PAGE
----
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What You Need to Know About Beech Leaf Disease in Massachusetts

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As your trees begin to grow new leaves this spring, you may notice that your beech trees look a little sparse. Those with new growth may look sick, thin, or have noticeable bands on the tree leaves.

These symptoms are due to a recently discovered tree disease known as Beech Leaf Disease, or BLD.

In this article, we will review the details of beech leaf disease, show you what symptoms to look for, describe how the disease spreads, and discuss methods for preventing and treating it.

Why Have I Not Heard of Beech Leaf Disease Before?

Beech leaf disease is new to Massachusetts. In fact, it was only discovered in the U.S. in Ohio in 2012. It has spread to the Northeast in the past few years, first spotted in Plymouth, Massachusetts, in 2020, and is now a much bigger issue in Massachusetts, especially the South Shore.

A close up look of the leaves with Beech leaf disease.

Leaves with BLD, photo courtesy of Matthew Borden, Bartlett Tree Experts,

What Causes Beech Leaf Disease?

Beech leaf disease is caused by a foliar nematode, a tiny insect known as Litylenchus crenatae. The nematode is suspected to be native to Japan, but that has not been concluded at this time. As stated earlier, this disease hasn’t been around for very long, so not many details are known about how it is spread.

What Are the Signs of Beech Leaf Disease?

Beech leaf disease is most easily spotted by standing under the canopy of a beech tree and looking up. Leaves infected with BLD will have dark bands.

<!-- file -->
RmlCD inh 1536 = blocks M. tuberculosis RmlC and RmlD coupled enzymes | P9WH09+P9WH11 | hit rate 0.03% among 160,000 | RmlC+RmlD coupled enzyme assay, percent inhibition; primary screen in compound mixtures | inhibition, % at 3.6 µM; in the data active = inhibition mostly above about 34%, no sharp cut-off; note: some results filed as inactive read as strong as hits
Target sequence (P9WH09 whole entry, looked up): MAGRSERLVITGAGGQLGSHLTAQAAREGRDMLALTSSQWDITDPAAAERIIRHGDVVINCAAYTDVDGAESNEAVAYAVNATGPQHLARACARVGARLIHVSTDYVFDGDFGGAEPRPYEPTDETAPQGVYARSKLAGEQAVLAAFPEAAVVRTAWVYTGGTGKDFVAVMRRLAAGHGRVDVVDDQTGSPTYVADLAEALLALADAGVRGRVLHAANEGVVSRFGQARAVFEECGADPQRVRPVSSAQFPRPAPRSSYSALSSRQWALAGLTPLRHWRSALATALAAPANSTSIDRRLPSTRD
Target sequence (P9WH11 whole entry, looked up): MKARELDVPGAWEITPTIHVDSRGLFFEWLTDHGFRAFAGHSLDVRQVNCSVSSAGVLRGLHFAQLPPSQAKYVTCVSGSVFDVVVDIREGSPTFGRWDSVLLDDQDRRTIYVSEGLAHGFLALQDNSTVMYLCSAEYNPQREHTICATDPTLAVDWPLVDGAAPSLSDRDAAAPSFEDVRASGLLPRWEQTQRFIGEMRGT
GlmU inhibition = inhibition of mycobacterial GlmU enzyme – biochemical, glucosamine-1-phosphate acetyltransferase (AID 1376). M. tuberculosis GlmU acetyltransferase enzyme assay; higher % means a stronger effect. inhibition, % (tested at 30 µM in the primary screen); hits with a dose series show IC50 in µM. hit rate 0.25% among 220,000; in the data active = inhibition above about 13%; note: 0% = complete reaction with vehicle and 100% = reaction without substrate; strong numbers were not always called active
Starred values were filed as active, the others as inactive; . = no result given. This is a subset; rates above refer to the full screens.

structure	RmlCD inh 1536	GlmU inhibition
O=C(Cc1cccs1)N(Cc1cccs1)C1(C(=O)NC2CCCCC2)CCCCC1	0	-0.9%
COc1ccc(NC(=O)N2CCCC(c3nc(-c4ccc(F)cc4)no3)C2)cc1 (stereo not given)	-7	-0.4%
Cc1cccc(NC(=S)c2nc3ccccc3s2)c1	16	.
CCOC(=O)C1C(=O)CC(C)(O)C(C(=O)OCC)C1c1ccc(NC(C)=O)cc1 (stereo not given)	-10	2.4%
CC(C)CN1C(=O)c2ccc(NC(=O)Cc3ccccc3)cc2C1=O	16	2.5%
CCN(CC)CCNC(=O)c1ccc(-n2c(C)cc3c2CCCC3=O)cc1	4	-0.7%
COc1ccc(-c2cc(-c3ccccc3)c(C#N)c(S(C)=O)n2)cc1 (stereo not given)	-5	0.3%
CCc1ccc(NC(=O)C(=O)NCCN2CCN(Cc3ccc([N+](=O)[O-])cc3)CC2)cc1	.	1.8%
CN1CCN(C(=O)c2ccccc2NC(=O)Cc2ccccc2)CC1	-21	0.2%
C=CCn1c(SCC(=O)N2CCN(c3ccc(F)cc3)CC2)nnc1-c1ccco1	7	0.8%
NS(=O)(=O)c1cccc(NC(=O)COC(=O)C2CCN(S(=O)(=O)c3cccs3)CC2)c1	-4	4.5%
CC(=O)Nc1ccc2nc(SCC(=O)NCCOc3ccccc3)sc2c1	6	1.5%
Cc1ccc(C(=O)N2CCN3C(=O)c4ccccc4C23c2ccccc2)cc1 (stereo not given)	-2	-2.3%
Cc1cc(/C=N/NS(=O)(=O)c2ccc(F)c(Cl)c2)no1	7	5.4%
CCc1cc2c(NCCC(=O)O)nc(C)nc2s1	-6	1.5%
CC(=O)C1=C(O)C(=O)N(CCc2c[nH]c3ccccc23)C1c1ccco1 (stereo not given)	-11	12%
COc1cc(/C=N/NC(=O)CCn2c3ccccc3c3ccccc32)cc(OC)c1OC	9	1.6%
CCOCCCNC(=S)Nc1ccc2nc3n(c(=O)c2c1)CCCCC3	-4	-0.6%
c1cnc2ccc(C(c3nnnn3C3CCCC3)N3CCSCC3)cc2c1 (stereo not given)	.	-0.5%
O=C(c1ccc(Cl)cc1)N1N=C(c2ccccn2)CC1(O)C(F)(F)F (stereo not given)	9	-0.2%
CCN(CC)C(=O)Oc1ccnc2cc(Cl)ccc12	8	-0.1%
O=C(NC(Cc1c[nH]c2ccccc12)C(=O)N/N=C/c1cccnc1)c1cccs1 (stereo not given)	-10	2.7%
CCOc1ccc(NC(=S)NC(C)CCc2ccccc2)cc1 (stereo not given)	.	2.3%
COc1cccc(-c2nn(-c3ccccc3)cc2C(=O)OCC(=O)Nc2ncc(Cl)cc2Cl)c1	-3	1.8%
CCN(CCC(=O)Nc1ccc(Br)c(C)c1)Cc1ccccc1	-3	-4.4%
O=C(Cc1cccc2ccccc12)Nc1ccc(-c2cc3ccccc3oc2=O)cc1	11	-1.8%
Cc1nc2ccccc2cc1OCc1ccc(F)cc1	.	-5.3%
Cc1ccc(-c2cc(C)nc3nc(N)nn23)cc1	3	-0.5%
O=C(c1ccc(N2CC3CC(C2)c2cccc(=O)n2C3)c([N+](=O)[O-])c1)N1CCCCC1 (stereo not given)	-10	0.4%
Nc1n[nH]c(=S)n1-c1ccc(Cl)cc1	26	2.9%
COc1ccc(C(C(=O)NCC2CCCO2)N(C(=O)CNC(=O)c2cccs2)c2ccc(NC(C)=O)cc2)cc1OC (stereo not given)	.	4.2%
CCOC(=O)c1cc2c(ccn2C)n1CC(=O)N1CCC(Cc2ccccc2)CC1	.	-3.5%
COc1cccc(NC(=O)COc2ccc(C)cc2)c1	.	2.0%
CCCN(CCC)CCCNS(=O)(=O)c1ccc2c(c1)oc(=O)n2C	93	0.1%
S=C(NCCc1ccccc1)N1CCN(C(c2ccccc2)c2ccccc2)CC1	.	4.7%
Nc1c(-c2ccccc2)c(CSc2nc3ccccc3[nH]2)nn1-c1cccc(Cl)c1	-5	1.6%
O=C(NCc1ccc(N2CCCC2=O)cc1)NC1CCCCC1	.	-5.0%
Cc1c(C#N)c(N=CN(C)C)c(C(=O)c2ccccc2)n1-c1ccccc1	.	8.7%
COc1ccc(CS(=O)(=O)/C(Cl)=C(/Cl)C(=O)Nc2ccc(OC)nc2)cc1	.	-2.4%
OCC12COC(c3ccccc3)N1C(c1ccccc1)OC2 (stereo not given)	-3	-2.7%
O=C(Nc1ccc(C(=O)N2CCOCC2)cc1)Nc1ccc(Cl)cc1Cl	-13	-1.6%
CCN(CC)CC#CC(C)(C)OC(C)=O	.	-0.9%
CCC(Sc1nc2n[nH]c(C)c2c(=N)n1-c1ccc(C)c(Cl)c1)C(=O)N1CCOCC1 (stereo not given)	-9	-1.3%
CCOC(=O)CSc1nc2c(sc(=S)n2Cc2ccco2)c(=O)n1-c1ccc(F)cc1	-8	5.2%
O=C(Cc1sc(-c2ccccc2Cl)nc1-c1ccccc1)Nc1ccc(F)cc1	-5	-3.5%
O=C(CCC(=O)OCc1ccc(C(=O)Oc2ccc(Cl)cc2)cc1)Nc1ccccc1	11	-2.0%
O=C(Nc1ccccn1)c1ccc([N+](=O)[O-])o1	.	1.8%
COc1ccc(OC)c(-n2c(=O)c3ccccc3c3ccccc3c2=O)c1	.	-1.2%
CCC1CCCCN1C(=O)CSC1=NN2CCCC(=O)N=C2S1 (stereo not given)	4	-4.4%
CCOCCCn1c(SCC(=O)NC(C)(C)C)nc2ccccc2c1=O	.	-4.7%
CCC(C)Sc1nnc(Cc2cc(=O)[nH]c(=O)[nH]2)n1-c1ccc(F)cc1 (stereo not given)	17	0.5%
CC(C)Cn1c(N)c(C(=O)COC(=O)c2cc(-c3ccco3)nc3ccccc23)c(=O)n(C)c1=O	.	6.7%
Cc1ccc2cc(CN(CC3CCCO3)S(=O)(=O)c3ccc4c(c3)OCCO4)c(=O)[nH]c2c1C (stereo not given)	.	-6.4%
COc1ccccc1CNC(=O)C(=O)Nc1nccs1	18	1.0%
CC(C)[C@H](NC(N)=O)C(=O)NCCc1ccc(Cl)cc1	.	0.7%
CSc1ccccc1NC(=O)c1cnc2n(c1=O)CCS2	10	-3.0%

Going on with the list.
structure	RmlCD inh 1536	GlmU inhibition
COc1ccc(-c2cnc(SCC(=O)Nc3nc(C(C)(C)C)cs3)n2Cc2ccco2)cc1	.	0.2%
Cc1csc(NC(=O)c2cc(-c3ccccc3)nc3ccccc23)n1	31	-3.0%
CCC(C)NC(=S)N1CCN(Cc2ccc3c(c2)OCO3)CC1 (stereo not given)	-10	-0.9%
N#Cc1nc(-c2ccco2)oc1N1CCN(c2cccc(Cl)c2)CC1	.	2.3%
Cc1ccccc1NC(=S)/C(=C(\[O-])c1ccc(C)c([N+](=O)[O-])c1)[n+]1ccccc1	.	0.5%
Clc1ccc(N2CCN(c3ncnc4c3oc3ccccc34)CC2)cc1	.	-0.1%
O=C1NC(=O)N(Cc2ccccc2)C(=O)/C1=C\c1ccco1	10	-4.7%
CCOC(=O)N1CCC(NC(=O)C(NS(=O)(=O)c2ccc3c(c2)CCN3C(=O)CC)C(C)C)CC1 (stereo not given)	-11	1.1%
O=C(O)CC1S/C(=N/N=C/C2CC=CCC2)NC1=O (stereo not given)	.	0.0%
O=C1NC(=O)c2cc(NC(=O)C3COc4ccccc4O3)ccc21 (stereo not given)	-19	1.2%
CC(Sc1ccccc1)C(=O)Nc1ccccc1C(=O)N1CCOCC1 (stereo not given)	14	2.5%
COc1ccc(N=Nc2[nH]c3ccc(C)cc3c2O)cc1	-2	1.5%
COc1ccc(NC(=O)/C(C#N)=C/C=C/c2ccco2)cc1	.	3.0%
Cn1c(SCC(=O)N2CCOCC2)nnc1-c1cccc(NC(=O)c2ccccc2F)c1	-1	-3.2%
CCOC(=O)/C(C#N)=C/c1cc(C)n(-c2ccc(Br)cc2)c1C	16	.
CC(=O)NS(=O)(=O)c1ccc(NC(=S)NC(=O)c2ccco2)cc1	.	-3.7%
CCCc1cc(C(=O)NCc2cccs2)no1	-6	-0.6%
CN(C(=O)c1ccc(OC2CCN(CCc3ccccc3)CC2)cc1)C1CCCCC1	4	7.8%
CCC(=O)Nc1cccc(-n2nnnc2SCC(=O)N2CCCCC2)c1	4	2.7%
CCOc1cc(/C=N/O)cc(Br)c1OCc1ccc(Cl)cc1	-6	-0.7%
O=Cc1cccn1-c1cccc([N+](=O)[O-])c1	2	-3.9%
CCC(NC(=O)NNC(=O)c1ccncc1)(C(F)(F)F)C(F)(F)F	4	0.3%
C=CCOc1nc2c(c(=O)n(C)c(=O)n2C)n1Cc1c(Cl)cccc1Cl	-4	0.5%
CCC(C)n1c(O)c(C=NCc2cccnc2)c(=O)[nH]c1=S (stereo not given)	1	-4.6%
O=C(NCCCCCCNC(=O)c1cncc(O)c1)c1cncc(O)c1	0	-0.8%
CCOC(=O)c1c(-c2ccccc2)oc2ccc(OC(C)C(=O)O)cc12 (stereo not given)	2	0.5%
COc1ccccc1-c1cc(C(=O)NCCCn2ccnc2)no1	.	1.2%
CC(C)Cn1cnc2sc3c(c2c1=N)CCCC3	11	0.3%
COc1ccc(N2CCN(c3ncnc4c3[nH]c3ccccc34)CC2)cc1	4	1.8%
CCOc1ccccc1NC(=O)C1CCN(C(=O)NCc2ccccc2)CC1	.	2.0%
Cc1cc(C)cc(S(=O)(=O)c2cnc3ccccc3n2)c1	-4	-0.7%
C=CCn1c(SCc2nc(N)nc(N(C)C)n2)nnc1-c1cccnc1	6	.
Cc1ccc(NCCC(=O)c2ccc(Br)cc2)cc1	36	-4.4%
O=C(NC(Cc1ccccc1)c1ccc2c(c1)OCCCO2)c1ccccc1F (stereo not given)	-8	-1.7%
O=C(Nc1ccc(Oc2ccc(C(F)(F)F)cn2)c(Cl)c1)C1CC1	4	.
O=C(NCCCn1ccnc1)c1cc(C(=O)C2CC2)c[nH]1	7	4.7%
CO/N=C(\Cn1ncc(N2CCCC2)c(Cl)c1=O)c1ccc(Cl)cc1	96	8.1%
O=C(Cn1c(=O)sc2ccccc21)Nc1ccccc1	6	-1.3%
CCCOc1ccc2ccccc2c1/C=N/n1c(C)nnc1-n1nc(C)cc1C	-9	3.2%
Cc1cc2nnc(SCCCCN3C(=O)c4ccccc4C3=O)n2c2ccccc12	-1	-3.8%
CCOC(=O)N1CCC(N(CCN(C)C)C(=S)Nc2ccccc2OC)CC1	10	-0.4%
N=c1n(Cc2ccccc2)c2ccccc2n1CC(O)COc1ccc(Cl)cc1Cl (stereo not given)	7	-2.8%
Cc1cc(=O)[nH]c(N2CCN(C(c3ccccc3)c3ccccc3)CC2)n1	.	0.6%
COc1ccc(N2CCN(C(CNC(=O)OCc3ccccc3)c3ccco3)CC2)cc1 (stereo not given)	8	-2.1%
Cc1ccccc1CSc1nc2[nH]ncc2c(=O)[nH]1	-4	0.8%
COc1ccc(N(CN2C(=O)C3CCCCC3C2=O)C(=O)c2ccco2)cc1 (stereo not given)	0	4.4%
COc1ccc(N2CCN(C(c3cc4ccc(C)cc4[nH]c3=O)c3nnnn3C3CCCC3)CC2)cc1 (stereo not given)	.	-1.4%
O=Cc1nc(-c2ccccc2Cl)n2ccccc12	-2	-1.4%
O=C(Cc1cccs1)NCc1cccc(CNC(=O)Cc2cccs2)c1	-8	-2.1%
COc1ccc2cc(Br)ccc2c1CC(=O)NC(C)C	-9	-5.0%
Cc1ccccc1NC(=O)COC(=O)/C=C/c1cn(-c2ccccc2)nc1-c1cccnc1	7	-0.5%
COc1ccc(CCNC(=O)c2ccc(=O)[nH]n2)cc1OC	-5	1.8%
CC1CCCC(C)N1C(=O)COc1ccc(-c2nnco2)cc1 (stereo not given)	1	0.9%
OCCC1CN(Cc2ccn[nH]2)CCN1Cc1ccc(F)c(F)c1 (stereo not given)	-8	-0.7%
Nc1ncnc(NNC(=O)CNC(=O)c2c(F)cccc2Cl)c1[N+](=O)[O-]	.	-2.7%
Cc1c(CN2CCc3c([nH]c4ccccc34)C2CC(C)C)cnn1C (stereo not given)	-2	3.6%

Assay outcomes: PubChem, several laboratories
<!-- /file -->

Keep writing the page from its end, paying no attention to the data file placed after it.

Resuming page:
Leaves can also appear cupped, curled, thicker than usual, or otherwise distorted.

In early spring, if nematodes are overwintered on a beech tree, they will kill any new buds, preventing the tree from producing new leaves or shoots.

Which Trees are Affected by Beech Leaf Disease?

All beech trees, including American, European, Japanese, and Oriental varieties, can be infected by beech leaf disease. Trees in both urban and forested areas have been affected.

a large beech tree in spring in MA

Are There Many Beech Trees in Massachusetts?

Yes, there are approximately 141 million beech trees in Massachusetts. In fact, many of our forests are primarily composed of American beech trees (Fagus grandifolia).

Sadly, while many beech trees in the Midwest seemed to survive beech leaf disease, trees in Massachusetts and other New England states are dying much more rapidly after infection.

Why is Beech Leaf Disease Problematic?

Beech leaf disease not only causes cosmetic issues to beech trees but also attacks the tree itself. If it is not prevented or treated, beech leaf disease can become fatal to infected trees.

What Can You Do to Protect Your Beech Trees?

For now, we recommend that you wait to plant any new beech trees, as they can often spread beech leaf disease to nearby trees with the help of birds and insects.

Take care of your trees’ health. One reason that beech leaf disease may be more destructive to trees in our area is that the trees have already encountered other stressors, such as tree pests, drought, winter damage, or a lack of nutrients.

Tree removal

Remove any infected beech trees. Contact Top Notch Tree to remove any infected trees as soon as possible.

For more information on beech leaf disease in Massachusetts, check out these resources:

Jeff Van Meter

Jeff has been in the green industry since working at his father’s landscaping industry as a kid. Jeff uses his many years of experience to guide his customers and to help them find the best solutions for their tree and landscape needs. More about Jeff >>>

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